25 Oct Ex-SEC Enforcer Charged With Stealing Data to Land PE Job
- U.S. says theft got him a position as chief compliance officer
- He accepted $400,000-a-year job four days after he left SEC
When Michael Cohn left his job with the enforcement arm of the U.S. Securities and Exchange Commission in 2018, he took more than his ambitions to work on Wall Street, prosecutors say.
Before leaving, Cohn repeatedly hacked into the regulator’s computers and stole “highly sensitive” information about an ongoing regulatory probe that he used to land a $400,000-a-year job as chief compliance officer at the private equity firm that was being investigated, U.S. prosecutors said Wednesday in announcing charges against Cohn.
Cohn, 59, disclosed the inside information while interviewing at GPB Capital Holdings LLC and accepted an offer for the new job four days after his last day with the government in October 2018, a prosecutor told a judge in Central Islip, New York, in a letter. Cohn had worked for the SEC’s asset management unit since 2014, according to his LinkedIn profile.
He was charged with obstruction, obtaining information from a government computer and unauthorized disclosure of confidential information in a revised indictment made public on Wednesday.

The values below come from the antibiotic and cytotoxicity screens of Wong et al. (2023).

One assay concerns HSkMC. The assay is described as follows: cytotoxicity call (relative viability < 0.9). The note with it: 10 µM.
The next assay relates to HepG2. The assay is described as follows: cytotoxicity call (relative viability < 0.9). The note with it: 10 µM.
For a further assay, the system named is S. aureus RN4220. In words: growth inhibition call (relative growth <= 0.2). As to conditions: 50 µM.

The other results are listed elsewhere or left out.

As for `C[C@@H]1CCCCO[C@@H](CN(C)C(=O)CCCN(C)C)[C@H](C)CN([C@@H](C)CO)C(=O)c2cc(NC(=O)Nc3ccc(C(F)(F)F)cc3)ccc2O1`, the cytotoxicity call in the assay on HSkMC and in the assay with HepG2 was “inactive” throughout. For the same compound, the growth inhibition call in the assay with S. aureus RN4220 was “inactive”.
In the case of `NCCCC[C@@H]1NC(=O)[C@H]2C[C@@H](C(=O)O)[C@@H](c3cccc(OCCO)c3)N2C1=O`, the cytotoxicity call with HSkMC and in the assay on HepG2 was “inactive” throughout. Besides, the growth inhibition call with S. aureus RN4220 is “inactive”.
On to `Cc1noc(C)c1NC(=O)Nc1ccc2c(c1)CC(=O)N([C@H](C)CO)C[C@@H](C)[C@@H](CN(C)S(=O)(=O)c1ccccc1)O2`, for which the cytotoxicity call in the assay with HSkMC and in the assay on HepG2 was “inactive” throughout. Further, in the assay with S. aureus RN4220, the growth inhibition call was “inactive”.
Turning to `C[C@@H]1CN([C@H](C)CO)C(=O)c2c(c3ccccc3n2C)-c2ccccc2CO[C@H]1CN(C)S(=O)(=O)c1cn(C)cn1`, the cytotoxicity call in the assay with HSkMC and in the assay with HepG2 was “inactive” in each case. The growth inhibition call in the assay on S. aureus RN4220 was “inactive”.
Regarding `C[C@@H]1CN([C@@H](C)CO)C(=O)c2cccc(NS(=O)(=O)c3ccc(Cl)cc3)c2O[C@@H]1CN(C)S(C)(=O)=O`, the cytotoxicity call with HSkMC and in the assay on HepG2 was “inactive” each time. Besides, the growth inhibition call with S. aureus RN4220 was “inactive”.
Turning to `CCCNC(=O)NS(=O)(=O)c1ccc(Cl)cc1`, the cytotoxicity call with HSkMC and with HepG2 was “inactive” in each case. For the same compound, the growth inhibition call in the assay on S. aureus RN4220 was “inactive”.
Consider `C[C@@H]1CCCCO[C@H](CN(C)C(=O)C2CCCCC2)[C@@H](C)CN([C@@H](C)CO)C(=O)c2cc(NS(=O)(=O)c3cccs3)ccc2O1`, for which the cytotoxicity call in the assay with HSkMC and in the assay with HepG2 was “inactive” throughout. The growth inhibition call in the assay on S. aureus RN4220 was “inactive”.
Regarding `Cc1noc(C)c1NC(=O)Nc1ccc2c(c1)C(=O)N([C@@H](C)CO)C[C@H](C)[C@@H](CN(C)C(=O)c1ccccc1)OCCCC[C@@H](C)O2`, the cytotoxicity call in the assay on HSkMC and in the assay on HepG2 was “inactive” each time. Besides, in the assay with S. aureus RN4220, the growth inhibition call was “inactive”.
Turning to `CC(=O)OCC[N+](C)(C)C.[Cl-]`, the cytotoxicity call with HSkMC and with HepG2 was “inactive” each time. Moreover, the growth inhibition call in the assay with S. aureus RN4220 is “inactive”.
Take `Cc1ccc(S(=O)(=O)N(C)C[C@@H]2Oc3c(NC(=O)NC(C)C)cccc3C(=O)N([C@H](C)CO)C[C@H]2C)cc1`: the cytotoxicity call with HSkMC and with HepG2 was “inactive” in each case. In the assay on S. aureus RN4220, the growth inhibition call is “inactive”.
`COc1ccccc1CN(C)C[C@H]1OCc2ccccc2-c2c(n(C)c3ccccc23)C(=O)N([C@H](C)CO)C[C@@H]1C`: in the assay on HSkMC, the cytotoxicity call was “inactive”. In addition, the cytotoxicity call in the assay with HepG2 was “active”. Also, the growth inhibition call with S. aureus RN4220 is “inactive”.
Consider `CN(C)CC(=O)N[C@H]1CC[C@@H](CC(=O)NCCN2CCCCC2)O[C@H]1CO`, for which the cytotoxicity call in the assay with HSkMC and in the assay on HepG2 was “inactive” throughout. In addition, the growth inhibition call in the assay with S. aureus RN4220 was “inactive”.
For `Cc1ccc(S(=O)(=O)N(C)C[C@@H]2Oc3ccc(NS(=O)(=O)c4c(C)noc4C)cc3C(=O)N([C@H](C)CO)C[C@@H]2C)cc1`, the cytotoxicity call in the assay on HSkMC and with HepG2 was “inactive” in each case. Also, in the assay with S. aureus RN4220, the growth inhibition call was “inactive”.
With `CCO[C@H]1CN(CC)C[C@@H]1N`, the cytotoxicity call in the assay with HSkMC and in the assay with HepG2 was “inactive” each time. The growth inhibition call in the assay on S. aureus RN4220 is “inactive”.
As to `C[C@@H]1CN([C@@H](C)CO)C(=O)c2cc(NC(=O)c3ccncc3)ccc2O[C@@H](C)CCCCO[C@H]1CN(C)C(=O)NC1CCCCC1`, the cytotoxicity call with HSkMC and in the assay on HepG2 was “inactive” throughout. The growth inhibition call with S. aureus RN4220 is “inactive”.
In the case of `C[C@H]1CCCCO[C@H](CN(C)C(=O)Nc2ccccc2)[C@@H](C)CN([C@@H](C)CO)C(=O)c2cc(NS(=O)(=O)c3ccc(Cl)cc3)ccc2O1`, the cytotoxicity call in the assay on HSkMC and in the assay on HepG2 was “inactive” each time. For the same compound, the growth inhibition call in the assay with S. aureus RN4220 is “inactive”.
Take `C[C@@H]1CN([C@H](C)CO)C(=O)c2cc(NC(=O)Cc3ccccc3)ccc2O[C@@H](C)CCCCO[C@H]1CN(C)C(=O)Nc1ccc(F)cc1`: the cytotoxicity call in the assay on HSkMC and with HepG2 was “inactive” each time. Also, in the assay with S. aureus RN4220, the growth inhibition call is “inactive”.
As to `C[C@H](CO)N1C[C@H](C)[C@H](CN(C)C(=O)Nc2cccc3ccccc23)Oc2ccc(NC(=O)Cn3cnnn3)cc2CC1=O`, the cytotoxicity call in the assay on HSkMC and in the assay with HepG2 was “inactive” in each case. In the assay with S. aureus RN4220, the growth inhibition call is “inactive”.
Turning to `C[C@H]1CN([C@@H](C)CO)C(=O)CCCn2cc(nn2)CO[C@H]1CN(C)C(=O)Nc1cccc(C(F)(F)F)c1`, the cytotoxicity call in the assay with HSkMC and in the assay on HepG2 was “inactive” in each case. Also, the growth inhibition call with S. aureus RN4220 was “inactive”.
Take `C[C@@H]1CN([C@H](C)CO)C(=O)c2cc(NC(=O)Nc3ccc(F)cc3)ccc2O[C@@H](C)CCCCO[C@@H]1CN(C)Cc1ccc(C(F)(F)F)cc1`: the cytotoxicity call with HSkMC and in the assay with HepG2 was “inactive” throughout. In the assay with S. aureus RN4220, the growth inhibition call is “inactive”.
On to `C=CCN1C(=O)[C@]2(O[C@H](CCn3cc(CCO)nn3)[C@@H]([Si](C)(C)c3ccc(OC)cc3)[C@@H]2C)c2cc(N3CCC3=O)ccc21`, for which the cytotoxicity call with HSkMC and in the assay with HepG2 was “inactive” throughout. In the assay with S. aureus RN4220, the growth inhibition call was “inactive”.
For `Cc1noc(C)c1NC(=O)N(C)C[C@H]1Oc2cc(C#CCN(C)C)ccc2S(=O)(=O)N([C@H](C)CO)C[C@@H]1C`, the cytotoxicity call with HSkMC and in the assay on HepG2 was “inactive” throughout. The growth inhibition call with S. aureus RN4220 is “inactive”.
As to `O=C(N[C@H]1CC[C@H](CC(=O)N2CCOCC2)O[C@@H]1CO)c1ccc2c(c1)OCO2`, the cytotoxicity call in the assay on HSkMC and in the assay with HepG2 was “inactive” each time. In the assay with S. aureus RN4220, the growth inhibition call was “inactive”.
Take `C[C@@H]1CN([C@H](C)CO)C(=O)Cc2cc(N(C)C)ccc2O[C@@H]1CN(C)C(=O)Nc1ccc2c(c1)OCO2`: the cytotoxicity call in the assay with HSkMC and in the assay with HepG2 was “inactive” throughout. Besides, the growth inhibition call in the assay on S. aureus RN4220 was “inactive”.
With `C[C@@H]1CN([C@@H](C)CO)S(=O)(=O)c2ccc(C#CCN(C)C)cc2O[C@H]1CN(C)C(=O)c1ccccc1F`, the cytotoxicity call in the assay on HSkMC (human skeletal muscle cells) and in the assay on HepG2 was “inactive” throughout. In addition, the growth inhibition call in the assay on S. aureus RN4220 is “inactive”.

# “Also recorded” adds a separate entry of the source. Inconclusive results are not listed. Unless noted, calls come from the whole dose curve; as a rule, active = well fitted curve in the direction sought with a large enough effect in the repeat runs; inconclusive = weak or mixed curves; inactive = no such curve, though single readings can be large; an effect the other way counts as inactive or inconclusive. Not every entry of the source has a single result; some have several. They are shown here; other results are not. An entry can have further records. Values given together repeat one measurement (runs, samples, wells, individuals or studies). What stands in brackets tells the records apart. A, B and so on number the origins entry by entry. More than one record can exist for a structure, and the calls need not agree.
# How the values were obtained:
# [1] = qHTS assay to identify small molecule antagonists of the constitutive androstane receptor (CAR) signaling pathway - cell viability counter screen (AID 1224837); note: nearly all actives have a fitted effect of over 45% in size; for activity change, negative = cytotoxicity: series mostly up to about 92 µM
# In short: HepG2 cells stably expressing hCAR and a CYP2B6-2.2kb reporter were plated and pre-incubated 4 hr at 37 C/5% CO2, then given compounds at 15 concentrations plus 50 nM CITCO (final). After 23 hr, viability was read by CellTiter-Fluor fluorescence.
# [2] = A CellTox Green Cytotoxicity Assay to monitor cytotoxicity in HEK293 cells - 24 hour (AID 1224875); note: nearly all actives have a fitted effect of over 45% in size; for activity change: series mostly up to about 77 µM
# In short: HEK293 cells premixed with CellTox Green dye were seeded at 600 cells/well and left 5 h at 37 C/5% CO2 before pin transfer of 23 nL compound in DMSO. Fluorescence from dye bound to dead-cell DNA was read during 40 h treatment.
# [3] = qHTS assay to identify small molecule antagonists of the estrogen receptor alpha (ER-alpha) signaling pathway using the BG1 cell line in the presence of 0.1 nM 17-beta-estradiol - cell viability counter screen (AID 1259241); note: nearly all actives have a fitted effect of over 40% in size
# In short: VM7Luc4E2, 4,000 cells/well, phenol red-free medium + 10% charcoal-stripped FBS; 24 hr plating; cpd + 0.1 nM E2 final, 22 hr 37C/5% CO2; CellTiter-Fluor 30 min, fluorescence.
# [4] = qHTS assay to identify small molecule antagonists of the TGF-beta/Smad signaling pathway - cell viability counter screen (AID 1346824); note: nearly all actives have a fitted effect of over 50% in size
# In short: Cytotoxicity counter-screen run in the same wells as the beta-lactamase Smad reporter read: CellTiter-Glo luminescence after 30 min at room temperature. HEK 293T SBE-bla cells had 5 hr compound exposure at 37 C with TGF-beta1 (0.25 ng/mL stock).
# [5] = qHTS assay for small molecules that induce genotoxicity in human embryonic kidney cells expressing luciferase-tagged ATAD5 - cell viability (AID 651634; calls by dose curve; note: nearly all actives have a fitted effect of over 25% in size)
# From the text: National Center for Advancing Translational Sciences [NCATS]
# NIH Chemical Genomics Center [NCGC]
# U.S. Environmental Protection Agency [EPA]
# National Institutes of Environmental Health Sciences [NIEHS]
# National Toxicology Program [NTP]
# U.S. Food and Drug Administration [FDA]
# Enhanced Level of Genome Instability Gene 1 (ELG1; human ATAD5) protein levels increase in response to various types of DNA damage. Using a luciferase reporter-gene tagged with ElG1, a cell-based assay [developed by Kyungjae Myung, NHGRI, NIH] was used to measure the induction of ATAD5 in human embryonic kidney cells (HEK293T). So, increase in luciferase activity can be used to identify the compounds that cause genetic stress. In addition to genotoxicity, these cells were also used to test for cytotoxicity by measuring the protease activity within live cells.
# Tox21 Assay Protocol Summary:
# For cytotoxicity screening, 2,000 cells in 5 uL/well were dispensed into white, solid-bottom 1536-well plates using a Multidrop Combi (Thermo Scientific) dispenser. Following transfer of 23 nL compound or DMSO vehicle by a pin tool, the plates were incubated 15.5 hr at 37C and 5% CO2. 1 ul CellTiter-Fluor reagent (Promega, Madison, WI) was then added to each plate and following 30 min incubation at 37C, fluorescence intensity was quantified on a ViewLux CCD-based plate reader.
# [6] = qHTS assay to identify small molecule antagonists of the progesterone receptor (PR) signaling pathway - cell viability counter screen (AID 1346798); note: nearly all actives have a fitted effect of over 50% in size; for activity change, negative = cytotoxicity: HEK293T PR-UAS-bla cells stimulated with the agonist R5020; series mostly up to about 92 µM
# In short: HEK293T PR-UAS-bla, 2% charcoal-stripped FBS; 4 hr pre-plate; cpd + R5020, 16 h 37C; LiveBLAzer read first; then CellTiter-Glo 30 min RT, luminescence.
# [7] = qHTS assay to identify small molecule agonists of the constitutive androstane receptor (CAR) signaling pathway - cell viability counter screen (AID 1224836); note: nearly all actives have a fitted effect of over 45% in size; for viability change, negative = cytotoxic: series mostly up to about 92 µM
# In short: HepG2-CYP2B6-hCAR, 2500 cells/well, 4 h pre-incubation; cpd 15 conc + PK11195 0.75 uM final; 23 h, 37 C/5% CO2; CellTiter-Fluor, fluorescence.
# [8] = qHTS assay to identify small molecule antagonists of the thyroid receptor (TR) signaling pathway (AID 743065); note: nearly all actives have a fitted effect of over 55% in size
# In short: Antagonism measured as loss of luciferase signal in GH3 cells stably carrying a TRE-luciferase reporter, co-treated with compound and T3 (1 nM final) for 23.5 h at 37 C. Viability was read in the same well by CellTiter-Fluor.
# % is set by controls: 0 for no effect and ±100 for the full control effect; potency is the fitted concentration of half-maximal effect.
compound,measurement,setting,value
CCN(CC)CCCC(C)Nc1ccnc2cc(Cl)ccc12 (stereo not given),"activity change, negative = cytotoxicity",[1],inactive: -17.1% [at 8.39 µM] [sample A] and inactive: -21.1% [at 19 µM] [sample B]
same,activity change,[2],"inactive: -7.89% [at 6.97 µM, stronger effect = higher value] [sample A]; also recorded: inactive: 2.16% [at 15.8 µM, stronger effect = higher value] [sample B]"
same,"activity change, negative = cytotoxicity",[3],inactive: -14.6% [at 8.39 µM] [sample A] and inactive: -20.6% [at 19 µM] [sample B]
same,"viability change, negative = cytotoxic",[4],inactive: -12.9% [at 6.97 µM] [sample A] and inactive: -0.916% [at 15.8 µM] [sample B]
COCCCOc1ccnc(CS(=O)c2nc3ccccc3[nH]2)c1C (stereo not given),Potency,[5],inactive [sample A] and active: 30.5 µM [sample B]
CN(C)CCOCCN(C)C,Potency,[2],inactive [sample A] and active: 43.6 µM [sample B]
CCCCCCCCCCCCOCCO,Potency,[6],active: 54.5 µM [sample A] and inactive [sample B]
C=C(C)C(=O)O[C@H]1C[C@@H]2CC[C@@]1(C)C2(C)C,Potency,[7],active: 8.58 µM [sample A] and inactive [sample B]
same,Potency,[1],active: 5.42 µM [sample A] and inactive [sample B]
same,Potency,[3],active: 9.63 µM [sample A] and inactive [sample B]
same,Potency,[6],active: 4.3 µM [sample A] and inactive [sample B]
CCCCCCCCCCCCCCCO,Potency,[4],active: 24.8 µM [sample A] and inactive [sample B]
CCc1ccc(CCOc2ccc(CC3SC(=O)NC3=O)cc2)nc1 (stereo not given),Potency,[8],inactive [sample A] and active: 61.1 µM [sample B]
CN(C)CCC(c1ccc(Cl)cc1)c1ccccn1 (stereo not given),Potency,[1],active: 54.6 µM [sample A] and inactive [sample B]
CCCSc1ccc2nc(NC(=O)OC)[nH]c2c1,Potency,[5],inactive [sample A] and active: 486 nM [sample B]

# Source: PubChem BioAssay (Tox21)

“The defendant abused the trust placed in him as an SEC employee,” Brooklyn U.S. Attorney Richard Donoghue said. “No one gets a pass for breaching the security of government computer networks and misusing sensitive and confidential information for their own benefit.”
Cohn was released Wednesday on a $250,000 bond but was ordered to surrender his passport and to limit his travel to Connecticut and New York. Assistant U.S. Attorney Artie McConnell said the restrictions were necessary “in order to guard against additional obstructive conduct while the GPB investigation remains active.”
Judy Burns, an SEC spokeswoman, declined to comment.
GPB, based in Manhattan and Garden City, has $1.5 billion of assets under management. The company said it was stunned to learn of the charges against Cohn and that it immediately replaced him as chief compliance officer with Aileen Doherty, who it described in a statement as “a veteran chief compliance officer with more than 25 years of experience working with investment advisers and funds.”
Information on Cohn’s lawyer wasn’t immediately available.
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